It happens to every new parent. You just got things settled, your baby is in a great routine, when out of the blue... teething strikes. Yikes! Teething! Whether that image brings up crying babies or painful nursing it's not a pleasant thought. Some types of discomfort that often accompany teething are: fever, diaper rash, facial rash, excessive salivation, upset stomach and, of course, tooth and gum pain.
1. Sterling silver or stainless steel teething rings.There is a reason that key-rings are the unofficial teething toy of the known universe, babies find the feel of smooth cool metal on their gums unquestionably helpful in reducing inflammation and pain. However, key-rings are full of sharp edges and germ-filled crevices that make them less than ideal for your baby's safety. Substituting a classy and safe sterling silver ring is a great option. I recommend getting at least three, and have two chilling in the refrigerator while your baby chews on one. There are many beautiful designs, some more affordable than others. I personally like the multiple-ring styles.
2. Cool food teething sticks.Whether you use a refrigerated bagel, carrot, cucumber or celery there is one important safety consideration to keep in mind with this technique. Do not let your baby chew on these things without your supervision. Any kind of food, no matter how soothing and comfortable for your baby to use, will eventually break down, and not always into easy-to-swallow portions either. To play it safe it is a good idea to use a mesh fresh food holder. The carrot is probably the best teething food before your baby has any teeth, but after those chompers pop out, it becomes a risk for choking. I personally like the celery the best, because even when it starts to break down, the thick fibers running the length of the stalk prevent any separating chunks from being too big. I recommend using older, wilted celery (still refrigerated and cold) because it has a more rubbery texture and is less likely to break off into chunks than if it was fresh.
3. Amber bead necklaces.It is easy to come across criticism for this time-honored natural technique from those who haven't tried it, but if you are looking for a disappointed parent who doesn't believe it is effective after having tried it, you'll have a hard time finding one. The criticism focuses on the fact that the amber beads are choking hazards if separated from the necklace, and that the necklace itself is a choking hazard simply by virtue of the fact that it encircles the baby's neck. I have a solution for these issues though, take your amber necklace or bracelet and wrap it around your baby's ankle. Put a sock on over the beads to hold them in place next to the skin, and away from your baby's mouth. If your baby is at the "taking-off-my-socks-and-sucking-on-my-toes-is-the-funnest- thing-in-the-world" stage, simply put on a pair of footy-pajamas over the socks. You can find beautiful and natural amber necklaces for yourself and your baby here: http://www.amberartisans.com/ . I recommend buying two so one can be warming up in the sun while your baby is wearing the other one. Try to always warm the amber in the sun for an hour or two before letting your baby wear it because this softens the amber and mobilizes the oils that will help sooth your baby's pain.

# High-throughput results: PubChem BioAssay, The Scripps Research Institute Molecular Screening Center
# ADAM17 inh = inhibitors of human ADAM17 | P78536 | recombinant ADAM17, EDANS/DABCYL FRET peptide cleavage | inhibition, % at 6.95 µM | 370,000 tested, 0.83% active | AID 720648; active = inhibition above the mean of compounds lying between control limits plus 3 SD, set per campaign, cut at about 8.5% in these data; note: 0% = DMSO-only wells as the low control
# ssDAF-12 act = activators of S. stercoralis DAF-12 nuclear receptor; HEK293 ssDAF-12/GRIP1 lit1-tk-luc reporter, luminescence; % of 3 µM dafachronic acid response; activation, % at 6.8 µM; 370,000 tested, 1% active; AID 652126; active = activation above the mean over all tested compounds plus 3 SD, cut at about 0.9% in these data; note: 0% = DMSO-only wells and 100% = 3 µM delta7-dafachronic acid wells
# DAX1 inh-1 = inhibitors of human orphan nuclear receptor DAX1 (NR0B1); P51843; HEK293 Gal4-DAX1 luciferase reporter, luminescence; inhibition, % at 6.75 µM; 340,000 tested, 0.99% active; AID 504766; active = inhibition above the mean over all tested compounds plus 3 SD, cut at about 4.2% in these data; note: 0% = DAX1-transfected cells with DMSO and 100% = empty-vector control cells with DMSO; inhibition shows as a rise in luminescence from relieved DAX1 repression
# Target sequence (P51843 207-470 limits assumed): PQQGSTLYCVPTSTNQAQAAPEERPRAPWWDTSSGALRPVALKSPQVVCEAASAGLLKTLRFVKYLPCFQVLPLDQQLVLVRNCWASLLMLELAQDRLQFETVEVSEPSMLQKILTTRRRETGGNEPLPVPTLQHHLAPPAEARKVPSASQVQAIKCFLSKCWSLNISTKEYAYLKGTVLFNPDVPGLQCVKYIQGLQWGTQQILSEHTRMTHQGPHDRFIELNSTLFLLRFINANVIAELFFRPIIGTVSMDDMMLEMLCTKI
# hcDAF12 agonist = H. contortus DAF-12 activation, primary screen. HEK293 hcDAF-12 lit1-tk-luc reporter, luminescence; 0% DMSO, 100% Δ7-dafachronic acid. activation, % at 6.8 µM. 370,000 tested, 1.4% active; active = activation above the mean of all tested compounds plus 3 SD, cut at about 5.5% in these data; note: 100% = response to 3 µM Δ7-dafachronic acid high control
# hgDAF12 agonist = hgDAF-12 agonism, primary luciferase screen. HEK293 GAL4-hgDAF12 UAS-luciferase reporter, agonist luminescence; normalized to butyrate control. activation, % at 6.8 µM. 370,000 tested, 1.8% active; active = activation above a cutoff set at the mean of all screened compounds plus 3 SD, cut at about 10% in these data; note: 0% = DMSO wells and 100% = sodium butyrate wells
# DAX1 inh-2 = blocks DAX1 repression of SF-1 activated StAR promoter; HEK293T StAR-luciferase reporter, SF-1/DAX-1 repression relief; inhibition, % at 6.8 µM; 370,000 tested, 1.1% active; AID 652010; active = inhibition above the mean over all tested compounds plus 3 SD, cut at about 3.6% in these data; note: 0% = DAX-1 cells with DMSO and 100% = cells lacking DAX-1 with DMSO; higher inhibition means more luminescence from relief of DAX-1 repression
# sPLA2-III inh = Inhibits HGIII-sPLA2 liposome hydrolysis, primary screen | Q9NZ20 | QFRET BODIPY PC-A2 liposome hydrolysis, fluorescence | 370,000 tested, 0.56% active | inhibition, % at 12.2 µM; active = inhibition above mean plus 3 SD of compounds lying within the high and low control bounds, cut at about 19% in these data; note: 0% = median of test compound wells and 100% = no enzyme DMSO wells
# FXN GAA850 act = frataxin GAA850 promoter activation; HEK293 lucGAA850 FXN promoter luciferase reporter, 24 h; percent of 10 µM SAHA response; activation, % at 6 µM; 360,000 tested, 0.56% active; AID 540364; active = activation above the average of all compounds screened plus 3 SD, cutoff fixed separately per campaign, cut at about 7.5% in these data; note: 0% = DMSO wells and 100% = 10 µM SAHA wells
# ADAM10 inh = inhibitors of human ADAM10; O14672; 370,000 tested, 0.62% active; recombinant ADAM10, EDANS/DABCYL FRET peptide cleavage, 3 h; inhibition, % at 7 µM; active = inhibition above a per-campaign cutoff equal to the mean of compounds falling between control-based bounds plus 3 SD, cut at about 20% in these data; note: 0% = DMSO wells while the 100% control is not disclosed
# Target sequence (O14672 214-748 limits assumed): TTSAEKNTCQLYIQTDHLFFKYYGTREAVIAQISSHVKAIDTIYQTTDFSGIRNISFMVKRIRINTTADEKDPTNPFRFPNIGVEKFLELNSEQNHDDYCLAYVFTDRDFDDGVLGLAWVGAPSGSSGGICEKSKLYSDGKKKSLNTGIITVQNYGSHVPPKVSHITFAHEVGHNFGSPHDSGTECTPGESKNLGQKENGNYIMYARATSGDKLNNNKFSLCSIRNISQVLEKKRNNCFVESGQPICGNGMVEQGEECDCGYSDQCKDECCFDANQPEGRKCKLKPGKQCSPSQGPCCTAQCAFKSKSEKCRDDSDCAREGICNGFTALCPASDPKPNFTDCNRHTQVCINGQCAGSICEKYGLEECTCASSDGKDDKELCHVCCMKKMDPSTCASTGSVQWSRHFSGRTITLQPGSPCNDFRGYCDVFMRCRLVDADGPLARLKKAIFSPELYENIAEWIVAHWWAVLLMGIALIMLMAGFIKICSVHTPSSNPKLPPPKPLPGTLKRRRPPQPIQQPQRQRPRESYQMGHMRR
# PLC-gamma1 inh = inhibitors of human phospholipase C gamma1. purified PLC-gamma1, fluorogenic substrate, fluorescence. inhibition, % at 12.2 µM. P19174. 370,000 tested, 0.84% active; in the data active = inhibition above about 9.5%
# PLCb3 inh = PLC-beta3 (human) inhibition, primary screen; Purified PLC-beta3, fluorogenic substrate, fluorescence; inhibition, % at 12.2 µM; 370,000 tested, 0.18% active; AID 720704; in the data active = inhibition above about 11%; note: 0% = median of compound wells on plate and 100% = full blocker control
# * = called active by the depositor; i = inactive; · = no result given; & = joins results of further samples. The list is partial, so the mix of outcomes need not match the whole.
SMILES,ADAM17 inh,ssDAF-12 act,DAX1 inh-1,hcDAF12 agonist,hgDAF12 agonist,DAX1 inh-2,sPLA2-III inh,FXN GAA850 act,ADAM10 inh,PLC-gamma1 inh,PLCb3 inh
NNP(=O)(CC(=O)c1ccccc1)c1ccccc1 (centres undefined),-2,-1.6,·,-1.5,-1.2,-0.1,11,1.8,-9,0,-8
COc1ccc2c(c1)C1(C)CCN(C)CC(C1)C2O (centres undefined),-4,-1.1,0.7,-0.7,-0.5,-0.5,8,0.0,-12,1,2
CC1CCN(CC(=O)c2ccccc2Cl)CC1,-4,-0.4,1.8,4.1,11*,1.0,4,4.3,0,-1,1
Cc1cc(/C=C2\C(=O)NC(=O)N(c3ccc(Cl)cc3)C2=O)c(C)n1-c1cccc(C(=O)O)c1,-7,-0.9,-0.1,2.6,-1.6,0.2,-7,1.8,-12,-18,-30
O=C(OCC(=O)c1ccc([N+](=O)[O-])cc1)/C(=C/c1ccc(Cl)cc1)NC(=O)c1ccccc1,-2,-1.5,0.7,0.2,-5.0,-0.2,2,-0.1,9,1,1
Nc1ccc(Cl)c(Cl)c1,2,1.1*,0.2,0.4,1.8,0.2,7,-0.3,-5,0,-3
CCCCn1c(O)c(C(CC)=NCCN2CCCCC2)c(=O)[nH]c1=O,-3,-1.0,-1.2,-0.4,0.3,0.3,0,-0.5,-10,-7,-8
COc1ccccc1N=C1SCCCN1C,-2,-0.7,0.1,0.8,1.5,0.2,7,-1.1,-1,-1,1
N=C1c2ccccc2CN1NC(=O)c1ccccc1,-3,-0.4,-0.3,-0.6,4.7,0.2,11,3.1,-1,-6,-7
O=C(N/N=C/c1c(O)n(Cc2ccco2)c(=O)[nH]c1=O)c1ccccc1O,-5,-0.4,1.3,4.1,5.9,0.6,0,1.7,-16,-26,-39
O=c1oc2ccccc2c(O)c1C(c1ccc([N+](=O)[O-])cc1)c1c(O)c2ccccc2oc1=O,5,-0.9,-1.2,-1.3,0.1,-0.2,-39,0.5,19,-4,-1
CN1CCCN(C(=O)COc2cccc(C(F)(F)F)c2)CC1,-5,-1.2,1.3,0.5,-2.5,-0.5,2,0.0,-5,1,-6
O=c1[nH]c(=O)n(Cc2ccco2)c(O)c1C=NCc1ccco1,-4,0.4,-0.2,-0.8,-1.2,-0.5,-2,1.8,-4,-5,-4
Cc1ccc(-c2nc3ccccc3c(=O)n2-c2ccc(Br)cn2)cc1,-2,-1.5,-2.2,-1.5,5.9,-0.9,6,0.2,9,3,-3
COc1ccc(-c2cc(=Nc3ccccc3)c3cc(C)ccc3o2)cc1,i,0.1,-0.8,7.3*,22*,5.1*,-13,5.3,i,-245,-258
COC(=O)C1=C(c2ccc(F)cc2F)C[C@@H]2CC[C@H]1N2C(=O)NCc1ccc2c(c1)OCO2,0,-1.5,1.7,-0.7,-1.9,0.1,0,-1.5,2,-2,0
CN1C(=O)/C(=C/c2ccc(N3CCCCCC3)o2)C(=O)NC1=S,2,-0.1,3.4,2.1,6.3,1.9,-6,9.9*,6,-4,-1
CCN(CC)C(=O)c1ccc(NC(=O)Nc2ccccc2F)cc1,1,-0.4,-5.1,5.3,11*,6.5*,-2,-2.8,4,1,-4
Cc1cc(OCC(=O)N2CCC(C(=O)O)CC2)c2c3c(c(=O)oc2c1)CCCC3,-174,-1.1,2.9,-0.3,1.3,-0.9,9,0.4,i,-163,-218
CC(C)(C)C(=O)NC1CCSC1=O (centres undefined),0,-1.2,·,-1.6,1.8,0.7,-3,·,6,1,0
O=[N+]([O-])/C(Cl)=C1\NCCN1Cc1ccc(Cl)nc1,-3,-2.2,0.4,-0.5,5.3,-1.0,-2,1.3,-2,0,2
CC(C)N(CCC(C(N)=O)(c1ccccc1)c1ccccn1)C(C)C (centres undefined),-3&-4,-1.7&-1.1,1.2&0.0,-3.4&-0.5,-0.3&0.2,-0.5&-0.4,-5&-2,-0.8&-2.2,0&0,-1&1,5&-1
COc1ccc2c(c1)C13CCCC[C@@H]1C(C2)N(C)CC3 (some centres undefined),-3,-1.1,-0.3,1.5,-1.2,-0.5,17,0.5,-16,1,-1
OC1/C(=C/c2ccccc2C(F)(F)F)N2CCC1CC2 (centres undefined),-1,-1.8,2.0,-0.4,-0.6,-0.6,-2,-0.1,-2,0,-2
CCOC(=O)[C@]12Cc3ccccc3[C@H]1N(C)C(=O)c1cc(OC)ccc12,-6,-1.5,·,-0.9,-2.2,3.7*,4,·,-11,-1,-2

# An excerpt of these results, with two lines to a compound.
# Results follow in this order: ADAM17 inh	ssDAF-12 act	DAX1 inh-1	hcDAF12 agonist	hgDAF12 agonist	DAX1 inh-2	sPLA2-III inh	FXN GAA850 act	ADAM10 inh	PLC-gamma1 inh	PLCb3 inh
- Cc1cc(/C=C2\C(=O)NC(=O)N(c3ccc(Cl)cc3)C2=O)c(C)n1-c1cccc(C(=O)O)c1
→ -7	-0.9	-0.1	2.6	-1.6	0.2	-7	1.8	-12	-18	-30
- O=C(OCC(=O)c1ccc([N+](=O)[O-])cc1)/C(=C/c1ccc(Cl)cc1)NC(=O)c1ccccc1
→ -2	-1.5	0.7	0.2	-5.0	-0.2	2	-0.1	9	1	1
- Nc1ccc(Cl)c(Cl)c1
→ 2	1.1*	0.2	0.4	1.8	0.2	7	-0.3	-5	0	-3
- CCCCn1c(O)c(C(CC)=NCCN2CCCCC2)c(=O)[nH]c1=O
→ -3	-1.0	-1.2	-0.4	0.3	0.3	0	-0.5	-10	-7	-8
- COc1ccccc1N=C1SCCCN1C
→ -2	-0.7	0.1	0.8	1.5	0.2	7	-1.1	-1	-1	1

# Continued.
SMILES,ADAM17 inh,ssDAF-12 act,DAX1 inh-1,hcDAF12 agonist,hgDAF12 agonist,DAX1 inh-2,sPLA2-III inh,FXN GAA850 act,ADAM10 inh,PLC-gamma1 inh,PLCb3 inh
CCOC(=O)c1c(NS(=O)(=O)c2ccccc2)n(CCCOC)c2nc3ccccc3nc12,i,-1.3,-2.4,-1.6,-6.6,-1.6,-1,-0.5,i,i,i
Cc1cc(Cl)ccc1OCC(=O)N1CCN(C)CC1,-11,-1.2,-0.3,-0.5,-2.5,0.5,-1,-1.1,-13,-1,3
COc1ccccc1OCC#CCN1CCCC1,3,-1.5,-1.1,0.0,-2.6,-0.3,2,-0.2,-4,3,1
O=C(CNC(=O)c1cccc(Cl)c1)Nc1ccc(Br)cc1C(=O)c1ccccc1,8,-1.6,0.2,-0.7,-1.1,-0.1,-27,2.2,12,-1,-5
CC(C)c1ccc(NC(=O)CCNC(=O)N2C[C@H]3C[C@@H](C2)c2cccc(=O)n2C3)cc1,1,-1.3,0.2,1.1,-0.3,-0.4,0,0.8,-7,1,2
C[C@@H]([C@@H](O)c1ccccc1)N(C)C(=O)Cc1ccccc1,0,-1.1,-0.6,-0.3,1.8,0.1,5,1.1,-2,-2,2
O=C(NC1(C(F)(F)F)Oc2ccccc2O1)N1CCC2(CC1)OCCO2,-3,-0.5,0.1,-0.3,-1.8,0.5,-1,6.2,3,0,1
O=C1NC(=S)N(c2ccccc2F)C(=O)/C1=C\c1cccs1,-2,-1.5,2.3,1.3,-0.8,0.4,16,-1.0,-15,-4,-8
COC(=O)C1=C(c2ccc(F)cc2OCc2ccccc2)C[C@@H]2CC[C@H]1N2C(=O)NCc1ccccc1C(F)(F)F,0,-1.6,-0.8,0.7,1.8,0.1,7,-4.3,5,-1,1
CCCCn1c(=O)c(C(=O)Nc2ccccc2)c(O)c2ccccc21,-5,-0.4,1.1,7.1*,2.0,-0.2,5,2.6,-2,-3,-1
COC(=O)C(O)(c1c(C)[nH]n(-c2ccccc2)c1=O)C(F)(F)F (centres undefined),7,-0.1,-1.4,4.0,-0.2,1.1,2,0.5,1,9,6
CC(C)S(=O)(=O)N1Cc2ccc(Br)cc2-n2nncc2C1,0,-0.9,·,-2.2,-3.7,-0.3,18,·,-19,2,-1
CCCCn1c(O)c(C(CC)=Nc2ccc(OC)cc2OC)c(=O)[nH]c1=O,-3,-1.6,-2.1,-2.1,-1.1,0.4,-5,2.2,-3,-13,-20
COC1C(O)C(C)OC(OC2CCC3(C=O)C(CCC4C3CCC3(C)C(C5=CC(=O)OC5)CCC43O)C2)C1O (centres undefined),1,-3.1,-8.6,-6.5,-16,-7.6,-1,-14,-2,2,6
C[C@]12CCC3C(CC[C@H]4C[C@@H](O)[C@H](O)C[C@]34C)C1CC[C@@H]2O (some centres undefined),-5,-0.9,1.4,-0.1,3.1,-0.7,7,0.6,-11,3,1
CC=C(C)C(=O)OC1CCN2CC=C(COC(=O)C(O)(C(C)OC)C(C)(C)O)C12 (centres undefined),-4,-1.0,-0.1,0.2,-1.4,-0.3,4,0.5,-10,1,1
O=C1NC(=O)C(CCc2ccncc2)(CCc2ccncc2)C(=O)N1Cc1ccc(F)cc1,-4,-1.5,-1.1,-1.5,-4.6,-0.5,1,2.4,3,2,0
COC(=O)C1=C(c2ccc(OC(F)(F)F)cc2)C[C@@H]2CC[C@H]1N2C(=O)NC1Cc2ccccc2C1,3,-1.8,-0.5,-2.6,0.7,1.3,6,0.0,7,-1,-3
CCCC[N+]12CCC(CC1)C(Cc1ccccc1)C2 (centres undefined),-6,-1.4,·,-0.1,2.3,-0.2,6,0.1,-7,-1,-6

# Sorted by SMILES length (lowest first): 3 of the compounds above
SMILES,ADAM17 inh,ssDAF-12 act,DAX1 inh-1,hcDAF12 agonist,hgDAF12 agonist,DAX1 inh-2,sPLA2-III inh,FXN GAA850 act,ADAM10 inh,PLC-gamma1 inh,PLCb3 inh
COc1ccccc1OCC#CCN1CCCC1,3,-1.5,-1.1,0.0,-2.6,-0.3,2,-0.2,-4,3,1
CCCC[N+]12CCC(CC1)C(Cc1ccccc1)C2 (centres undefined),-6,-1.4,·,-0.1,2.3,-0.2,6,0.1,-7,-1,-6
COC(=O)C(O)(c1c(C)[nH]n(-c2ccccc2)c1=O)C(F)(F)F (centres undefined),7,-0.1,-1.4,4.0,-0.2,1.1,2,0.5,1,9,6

4. Clove oil.This natural local anesthetic is very potent and should be used with great care. One drop thoroughly diluted in 1 tsp olive oil should last for at least 8 applications. How you apply it is to take the mixture of olive oil and clove oil and dip a cotton swab into it, then quickly and carefully rub the cotton swab over your baby's gums. The clove oil has a nasty taste to it, so a quick feeding right afterward could help clear your baby's palate. It is very important not to over-use this mixture. It should only be applied about 4-6 times a day, and the best time to use it is at bedtime. A quick application before naps and night time sleep numbs the pain just long enough for your baby to fall asleep more easily.
5. Wooden teething rings sealed with beeswax.
No matter how you choose to help your baby get through the most painful moments of teething, they are going to want to chew on something. Hopefully these natural options can give you some ideas for what will work best for you and your little drool-factory. If you have any questions or comments don't hesitate to leave them, I'd love to hear your thoughts. And for my special Tripi's Tip of the Day check me out on everythingmom.com! Happy parenting!